How to open apps using Rosetta on a Mac with M1 chip

Here is how you can open apps using Rosetta on a Mac with an M1 chip. This can help with apps that do not perform well without Rosetta or feature add-ons or plugins that do not work with Apple Silicon. Switching to “Open using Rosetta” can help such apps work without issues.

Open using Rosetta on a Mac with M1 chip

Use “Open using Rosetta” on a Mac with an M1 chip

Rosetta 2 is Apple’s translation layer for x86 emulation that allows apps and games that have not been updated for Apple Silicon to work without any changes by developers on M1 Macs. While ideal compatibility, performance, and efficiency require that developers update their apps for Apple Silicon, there are many older apps that are not supported anymore and could be mission-critical for many users.

macOS can automatically detect and switch to native app execution thanks to universal binaries, which contain executables for both Intel and M1 Macs. However, there are certain instances where an app updated for Apple Silicon might not support some features that have either not been updated yet for the M1 chip, or rely on add-ons or plugins that are not updated.

To ensure that you can get such apps to work without issues, you can use the option “Open using Rosetta” by following the below steps. Note that you will have to ensure that Rosetta is already installed on your Mac. This can be done by opening an app that requires Rosetta, and macOS will ask if you want to install it.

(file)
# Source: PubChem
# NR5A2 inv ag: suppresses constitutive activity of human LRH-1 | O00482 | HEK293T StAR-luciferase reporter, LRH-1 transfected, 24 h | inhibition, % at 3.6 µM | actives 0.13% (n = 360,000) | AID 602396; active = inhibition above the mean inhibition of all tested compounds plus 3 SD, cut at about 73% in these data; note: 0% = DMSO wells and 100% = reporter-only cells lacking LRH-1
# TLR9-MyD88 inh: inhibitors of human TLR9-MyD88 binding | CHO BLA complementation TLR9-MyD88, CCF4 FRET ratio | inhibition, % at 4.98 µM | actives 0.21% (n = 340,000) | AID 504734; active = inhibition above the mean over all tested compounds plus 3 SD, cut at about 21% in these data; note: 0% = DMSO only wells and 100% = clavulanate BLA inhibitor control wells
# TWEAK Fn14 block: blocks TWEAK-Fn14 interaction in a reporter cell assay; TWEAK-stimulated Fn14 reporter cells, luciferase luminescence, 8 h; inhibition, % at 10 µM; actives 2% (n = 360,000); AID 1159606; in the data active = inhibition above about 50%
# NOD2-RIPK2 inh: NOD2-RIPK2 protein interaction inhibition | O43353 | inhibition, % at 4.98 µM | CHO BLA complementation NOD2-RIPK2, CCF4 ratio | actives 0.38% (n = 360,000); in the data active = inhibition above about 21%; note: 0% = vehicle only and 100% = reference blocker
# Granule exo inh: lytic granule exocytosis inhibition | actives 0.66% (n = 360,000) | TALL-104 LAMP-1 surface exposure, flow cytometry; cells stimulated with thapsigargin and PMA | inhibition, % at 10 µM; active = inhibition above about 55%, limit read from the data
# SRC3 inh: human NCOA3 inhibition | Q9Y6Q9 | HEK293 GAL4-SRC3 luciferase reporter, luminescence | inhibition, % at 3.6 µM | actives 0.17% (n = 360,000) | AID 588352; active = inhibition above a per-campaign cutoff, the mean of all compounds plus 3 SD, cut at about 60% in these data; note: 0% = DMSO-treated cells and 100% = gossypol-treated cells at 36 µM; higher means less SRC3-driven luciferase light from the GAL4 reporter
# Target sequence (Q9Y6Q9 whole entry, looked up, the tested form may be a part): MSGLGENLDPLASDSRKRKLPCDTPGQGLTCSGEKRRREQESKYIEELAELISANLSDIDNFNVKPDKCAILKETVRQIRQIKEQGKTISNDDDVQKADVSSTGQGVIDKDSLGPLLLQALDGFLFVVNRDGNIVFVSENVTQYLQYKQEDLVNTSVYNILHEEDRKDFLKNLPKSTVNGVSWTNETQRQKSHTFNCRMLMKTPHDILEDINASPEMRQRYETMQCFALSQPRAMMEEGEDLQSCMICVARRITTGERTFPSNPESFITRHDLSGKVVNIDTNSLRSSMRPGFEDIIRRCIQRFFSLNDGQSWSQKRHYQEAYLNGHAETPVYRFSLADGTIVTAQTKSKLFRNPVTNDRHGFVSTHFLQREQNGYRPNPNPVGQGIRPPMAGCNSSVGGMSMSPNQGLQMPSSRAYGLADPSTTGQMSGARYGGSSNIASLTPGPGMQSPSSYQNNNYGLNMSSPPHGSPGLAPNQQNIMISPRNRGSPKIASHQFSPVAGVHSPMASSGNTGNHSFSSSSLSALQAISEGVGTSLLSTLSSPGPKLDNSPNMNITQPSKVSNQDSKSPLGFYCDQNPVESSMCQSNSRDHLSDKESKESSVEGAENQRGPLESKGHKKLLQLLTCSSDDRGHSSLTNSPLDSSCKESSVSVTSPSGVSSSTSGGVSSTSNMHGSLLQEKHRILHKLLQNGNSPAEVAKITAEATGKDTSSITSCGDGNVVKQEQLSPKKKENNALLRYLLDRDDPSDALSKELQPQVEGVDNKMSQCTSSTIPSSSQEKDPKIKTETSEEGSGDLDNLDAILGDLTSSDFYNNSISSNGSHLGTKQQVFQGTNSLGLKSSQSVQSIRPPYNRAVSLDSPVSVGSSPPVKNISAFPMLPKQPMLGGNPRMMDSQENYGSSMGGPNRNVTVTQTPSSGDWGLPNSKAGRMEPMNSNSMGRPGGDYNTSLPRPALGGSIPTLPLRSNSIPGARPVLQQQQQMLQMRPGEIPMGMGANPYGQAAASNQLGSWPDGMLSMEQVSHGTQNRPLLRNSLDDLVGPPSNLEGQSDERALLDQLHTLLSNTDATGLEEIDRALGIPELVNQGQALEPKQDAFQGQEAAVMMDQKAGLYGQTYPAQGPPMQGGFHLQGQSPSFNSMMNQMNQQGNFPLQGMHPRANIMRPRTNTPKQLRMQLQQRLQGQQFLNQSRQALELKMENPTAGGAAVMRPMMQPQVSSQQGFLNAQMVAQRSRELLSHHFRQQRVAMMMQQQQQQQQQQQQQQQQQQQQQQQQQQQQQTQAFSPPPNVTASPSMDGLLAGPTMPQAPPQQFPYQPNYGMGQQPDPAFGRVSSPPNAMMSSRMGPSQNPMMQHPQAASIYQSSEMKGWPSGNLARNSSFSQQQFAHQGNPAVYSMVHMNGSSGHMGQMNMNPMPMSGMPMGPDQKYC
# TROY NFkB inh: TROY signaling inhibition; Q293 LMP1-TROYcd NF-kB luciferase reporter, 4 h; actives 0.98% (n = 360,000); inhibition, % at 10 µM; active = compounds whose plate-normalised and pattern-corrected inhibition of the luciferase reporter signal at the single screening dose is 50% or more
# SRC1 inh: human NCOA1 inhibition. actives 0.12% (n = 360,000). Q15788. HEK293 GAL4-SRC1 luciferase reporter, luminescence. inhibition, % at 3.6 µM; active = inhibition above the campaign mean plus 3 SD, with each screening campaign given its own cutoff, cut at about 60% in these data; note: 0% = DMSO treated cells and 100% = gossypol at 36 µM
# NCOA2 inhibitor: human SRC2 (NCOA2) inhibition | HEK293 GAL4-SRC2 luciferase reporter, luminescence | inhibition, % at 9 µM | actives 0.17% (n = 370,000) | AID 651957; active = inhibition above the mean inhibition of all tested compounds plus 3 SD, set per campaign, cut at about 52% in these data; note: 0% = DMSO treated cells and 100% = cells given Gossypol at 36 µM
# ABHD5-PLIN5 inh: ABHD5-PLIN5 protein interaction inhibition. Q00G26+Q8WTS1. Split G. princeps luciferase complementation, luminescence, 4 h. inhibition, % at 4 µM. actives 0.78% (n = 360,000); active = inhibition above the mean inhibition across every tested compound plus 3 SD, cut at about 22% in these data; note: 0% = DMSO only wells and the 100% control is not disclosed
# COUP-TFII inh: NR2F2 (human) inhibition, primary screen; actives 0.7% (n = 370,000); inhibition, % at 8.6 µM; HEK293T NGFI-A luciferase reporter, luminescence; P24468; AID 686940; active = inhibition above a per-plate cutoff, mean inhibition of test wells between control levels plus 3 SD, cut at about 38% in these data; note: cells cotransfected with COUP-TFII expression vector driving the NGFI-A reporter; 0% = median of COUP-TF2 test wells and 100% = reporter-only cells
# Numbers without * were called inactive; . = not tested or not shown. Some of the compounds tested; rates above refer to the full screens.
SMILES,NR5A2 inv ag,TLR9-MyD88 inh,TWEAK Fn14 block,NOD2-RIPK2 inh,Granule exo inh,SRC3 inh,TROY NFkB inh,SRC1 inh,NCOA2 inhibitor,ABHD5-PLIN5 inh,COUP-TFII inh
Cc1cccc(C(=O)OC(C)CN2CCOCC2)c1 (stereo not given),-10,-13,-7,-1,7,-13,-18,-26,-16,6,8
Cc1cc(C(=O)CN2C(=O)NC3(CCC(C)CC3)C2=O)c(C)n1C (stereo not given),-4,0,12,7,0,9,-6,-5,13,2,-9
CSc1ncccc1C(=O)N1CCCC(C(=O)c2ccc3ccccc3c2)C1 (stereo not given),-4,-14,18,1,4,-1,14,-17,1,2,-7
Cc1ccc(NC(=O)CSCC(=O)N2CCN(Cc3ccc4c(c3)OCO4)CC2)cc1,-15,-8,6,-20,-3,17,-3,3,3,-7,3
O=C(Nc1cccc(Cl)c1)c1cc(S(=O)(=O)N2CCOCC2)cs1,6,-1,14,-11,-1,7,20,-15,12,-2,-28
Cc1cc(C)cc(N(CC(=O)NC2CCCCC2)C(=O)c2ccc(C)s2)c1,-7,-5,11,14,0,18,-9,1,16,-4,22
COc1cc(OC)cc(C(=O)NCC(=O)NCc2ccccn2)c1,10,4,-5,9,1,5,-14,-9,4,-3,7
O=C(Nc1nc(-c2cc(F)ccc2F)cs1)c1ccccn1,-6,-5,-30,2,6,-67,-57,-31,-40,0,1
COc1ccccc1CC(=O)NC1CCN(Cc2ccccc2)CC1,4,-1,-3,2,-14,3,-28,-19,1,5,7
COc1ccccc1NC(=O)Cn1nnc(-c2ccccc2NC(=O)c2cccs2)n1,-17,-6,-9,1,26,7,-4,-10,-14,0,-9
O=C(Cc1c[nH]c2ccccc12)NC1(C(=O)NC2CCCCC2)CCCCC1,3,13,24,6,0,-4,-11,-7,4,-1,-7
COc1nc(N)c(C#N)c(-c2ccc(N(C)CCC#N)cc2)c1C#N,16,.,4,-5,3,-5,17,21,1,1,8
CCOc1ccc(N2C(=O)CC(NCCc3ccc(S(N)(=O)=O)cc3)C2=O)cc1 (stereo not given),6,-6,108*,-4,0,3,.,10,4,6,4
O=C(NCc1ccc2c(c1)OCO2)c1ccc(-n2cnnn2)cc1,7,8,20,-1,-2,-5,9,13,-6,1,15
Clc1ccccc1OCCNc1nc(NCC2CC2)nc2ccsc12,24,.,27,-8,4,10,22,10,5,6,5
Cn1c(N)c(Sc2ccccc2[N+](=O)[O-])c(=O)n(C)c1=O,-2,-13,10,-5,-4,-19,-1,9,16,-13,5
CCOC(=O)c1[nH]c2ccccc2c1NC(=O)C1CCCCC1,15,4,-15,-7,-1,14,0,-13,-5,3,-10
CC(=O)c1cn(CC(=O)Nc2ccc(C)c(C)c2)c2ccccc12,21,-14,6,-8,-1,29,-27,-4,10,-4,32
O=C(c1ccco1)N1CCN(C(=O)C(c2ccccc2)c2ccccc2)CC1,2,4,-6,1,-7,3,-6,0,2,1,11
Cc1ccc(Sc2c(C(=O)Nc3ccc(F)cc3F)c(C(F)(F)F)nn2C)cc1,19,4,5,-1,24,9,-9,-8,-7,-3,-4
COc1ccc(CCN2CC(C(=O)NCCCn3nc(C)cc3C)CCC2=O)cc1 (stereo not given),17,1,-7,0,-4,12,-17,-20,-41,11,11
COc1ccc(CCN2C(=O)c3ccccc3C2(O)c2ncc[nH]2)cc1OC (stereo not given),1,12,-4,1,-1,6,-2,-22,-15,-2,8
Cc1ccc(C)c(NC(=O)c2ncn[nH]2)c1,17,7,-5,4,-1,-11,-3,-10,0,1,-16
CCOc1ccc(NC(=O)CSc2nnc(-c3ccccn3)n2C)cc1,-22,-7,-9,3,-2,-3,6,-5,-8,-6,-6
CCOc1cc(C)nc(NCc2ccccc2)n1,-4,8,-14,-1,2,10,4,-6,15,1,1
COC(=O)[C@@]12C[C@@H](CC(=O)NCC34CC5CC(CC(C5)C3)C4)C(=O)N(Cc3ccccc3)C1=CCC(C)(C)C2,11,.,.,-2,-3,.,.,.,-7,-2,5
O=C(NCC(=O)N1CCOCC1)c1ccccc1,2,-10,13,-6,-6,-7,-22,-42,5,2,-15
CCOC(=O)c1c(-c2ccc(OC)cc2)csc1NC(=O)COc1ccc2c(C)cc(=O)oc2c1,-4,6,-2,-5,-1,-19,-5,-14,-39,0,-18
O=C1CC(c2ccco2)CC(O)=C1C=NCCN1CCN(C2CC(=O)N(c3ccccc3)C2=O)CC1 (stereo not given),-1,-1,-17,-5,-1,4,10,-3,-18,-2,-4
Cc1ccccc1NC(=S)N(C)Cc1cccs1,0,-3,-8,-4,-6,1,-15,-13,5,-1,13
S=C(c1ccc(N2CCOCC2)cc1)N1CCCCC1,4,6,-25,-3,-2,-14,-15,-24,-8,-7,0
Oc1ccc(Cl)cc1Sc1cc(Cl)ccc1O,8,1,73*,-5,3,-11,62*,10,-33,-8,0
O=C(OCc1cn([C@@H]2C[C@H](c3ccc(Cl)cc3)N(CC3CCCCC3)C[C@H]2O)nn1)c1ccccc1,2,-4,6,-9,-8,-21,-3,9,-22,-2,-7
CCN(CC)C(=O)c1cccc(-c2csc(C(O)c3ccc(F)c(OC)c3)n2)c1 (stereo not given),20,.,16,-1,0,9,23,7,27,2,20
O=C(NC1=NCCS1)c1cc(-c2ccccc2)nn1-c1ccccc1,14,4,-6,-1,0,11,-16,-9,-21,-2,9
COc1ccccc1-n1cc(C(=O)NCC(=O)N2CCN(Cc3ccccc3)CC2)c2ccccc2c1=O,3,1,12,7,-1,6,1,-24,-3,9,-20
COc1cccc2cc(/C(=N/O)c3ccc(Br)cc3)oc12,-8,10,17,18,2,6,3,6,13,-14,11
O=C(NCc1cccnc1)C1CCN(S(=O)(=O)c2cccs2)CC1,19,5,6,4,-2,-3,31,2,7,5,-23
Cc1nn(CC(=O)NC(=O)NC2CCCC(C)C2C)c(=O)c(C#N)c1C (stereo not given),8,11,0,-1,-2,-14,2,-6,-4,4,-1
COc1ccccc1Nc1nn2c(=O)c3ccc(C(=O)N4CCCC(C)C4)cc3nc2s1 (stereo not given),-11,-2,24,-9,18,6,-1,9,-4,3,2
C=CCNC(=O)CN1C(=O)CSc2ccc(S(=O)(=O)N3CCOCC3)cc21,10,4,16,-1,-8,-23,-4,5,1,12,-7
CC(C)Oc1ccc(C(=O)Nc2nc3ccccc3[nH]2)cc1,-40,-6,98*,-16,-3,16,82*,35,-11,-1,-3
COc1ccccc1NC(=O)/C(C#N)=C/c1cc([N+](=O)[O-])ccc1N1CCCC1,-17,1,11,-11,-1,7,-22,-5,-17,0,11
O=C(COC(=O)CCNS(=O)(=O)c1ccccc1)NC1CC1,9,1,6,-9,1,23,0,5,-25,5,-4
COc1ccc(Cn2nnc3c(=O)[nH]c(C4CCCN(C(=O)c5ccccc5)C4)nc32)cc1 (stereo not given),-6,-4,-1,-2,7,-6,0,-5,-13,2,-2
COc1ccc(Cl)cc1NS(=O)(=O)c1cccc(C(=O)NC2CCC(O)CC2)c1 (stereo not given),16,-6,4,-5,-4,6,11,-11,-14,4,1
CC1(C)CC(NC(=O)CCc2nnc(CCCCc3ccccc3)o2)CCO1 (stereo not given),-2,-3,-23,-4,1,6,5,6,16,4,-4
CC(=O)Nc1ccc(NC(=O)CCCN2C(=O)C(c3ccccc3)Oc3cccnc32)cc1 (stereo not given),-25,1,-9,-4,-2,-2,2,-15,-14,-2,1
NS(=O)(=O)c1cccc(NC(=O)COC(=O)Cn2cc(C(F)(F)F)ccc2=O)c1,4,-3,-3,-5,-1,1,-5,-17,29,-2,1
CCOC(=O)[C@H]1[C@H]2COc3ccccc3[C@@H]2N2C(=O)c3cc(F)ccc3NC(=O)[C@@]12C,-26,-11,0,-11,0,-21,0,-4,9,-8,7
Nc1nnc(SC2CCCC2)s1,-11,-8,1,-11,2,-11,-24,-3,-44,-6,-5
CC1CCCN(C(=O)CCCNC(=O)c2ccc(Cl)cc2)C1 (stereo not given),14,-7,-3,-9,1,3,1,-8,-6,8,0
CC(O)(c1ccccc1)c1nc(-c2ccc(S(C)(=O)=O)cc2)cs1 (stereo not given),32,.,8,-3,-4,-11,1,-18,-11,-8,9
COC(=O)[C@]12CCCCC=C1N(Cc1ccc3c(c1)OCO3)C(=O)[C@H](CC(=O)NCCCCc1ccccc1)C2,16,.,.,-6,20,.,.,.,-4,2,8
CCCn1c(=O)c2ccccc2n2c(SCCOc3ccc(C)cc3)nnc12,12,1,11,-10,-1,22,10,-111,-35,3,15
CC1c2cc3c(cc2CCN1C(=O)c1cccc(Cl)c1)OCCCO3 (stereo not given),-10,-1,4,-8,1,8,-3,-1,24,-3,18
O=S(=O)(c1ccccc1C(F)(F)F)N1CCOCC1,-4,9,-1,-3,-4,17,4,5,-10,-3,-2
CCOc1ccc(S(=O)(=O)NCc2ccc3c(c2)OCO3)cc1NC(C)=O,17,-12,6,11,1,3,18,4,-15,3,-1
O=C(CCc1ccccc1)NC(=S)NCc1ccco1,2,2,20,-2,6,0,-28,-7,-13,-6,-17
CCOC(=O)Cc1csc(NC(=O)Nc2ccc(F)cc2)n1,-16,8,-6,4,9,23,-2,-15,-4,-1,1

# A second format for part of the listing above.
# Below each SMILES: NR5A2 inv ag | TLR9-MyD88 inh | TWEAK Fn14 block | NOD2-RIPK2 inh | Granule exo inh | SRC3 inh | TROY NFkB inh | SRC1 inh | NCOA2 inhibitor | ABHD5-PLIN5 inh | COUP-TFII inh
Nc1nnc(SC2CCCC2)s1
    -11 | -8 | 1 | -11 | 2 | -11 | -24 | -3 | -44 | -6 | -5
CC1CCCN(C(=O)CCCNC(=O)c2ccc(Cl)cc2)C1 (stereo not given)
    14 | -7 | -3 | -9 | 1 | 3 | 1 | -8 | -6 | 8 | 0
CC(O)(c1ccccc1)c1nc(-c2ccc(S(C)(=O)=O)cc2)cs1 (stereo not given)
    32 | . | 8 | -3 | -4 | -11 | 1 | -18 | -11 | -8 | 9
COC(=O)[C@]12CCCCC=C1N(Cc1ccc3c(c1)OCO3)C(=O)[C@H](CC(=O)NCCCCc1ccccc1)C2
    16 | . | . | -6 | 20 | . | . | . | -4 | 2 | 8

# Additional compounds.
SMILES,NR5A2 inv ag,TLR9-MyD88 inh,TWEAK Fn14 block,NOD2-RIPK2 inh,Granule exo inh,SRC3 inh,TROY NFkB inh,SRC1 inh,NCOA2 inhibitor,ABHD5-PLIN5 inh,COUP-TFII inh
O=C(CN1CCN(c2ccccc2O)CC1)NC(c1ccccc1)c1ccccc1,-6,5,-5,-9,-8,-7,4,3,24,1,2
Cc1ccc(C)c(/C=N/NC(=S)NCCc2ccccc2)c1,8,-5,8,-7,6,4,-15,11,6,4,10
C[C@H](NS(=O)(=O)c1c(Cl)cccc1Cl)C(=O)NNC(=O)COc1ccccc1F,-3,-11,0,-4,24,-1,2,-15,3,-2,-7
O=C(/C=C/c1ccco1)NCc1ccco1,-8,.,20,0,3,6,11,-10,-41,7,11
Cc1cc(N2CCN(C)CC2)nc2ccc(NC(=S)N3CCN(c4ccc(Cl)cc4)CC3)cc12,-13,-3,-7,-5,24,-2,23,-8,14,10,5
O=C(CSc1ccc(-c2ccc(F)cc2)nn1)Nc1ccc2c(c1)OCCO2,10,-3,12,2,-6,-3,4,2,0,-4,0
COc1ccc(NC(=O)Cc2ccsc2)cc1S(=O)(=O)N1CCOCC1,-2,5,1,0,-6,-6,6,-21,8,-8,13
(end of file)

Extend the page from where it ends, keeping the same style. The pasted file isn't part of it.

1. Open the Applications folder by going to Finder, and looking for it in the left sidebar. Find the app that you want to use this option for. Make sure that you have quit the app before proceeding further. Scale below notch apps MacBook Pro 2
  2. Right click on the app and click on “Get Info”.
    Scale below notch apps MacBook Pro
  3. In the Infobox, look for the option “Open using Rosetta”. Enable this and close the Infobox. open using Rosetta Apple Silicon M1 Mac macOS

You can now run the app again and it will open using the Rosetta translation layer.

Despite being a translation layer for x86 emulation, Rosetta 2 is very fast and capable when it comes to performance. In many benchmarks, it has outperformed even native x86 chips. Even when it comes to gaming, Rosetta provides faster performance than older Macs with Intel chips.

Read more:

About the Author

Technology enthusiast, Internet addict, photography fan, movie buff, music aficionado.

Leave a Reply

Your email address will not be published.